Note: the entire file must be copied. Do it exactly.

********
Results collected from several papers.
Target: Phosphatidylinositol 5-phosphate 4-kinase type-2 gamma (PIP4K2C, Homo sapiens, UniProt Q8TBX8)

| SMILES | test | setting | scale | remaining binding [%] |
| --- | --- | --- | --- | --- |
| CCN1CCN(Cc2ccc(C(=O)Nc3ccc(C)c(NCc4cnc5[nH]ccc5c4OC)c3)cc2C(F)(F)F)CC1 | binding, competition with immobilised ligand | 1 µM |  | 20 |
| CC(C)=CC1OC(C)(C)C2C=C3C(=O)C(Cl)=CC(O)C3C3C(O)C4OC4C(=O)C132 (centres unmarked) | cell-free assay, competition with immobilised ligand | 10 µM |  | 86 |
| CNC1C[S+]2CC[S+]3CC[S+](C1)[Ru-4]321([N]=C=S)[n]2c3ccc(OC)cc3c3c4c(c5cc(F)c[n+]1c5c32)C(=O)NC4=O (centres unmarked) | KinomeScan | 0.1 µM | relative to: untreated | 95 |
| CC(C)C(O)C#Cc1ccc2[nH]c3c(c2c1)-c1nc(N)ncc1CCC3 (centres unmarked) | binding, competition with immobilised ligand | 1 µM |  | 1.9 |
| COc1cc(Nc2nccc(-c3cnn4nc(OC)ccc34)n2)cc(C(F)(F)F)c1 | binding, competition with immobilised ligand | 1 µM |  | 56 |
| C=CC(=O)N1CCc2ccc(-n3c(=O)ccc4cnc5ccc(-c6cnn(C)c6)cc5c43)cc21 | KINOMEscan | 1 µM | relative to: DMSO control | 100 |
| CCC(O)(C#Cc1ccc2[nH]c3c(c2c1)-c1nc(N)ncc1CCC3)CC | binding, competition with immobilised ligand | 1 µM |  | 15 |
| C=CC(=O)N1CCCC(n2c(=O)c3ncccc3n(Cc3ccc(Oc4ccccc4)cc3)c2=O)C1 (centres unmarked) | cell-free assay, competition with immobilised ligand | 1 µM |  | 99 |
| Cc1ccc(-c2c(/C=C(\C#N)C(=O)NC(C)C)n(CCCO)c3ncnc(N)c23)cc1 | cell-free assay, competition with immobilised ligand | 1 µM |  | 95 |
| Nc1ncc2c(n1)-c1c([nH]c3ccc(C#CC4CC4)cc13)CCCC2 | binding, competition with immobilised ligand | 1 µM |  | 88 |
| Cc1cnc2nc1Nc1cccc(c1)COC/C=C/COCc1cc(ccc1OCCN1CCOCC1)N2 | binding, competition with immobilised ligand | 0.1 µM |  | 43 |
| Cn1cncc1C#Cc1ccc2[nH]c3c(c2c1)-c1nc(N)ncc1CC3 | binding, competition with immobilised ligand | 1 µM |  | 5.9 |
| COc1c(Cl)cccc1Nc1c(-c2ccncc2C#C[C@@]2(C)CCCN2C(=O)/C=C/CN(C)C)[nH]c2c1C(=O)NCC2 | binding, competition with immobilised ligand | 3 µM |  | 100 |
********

Results collected from several papers.
Target: Phosphatidylinositol 5-phosphate 4-kinase type-2 gamma (PIP4K2C, Homo sapiens, UniProt Q8TBX8)

| SMILES | test | setting | scale | remaining binding [%] |
| --- | --- | --- | --- | --- |
| CCN1CCN(Cc2ccc(C(=O)Nc3ccc(C)c(NCc4cnc5[nH]ccc5c4OC)c3)cc2C(F)(F)F)CC1 | binding, competition with immobilised ligand | 1 µM |  | 20 |
| CC(C)=CC1OC(C)(C)C2C=C3C(=O)C(Cl)=CC(O)C3C3C(O)C4OC4C(=O)C132 (centres unmarked) | cell-free assay, competition with immobilised ligand | 10 µM |  | 86 |
| CNC1C[S+]2CC[S+]3CC[S+](C1)[Ru-4]321([N]=C=S)[n]2c3ccc(OC)cc3c3c4c(c5cc(F)c[n+]1c5c32)C(=O)NC4=O (centres unmarked) | KinomeScan | 0.1 µM | relative to: untreated | 95 |
| CC(C)C(O)C#Cc1ccc2[nH]c3c(c2c1)-c1nc(N)ncc1CCC3 (centres unmarked) | binding, competition with immobilised ligand | 1 µM |  | 1.9 |
| COc1cc(Nc2nccc(-c3cnn4nc(OC)ccc34)n2)cc(C(F)(F)F)c1 | binding, competition with immobilised ligand | 1 µM |  | 56 |
| C=CC(=O)N1CCc2ccc(-n3c(=O)ccc4cnc5ccc(-c6cnn(C)c6)cc5c43)cc21 | KINOMEscan | 1 µM | relative to: DMSO control | 100 |
| CCC(O)(C#Cc1ccc2[nH]c3c(c2c1)-c1nc(N)ncc1CCC3)CC | binding, competition with immobilised ligand | 1 µM |  | 15 |
| C=CC(=O)N1CCCC(n2c(=O)c3ncccc3n(Cc3ccc(Oc4ccccc4)cc3)c2=O)C1 (centres unmarked) | cell-free assay, competition with immobilised ligand | 1 µM |  | 99 |
| Cc1ccc(-c2c(/C=C(\C#N)C(=O)NC(C)C)n(CCCO)c3ncnc(N)c23)cc1 | cell-free assay, competition with immobilised ligand | 1 µM |  | 95 |
| Nc1ncc2c(n1)-c1c([nH]c3ccc(C#CC4CC4)cc13)CCCC2 | binding, competition with immobilised ligand | 1 µM |  | 88 |
| Cc1cnc2nc1Nc1cccc(c1)COC/C=C/COCc1cc(ccc1OCCN1CCOCC1)N2 | binding, competition with immobilised ligand | 0.1 µM |  | 43 |
| Cn1cncc1C#Cc1ccc2[nH]c3c(c2c1)-c1nc(N)ncc1CC3 | binding, competition with immobilised ligand | 1 µM |  | 5.9 |
| COc1c(Cl)cccc1Nc1c(-c2ccncc2C#C[C@@]2(C)CCCN2C(=O)/C=C/CN(C)C)[nH]c2c1C(=O)NCC2 | binding, competition with immobilised ligand | 3 µM |  | 100 |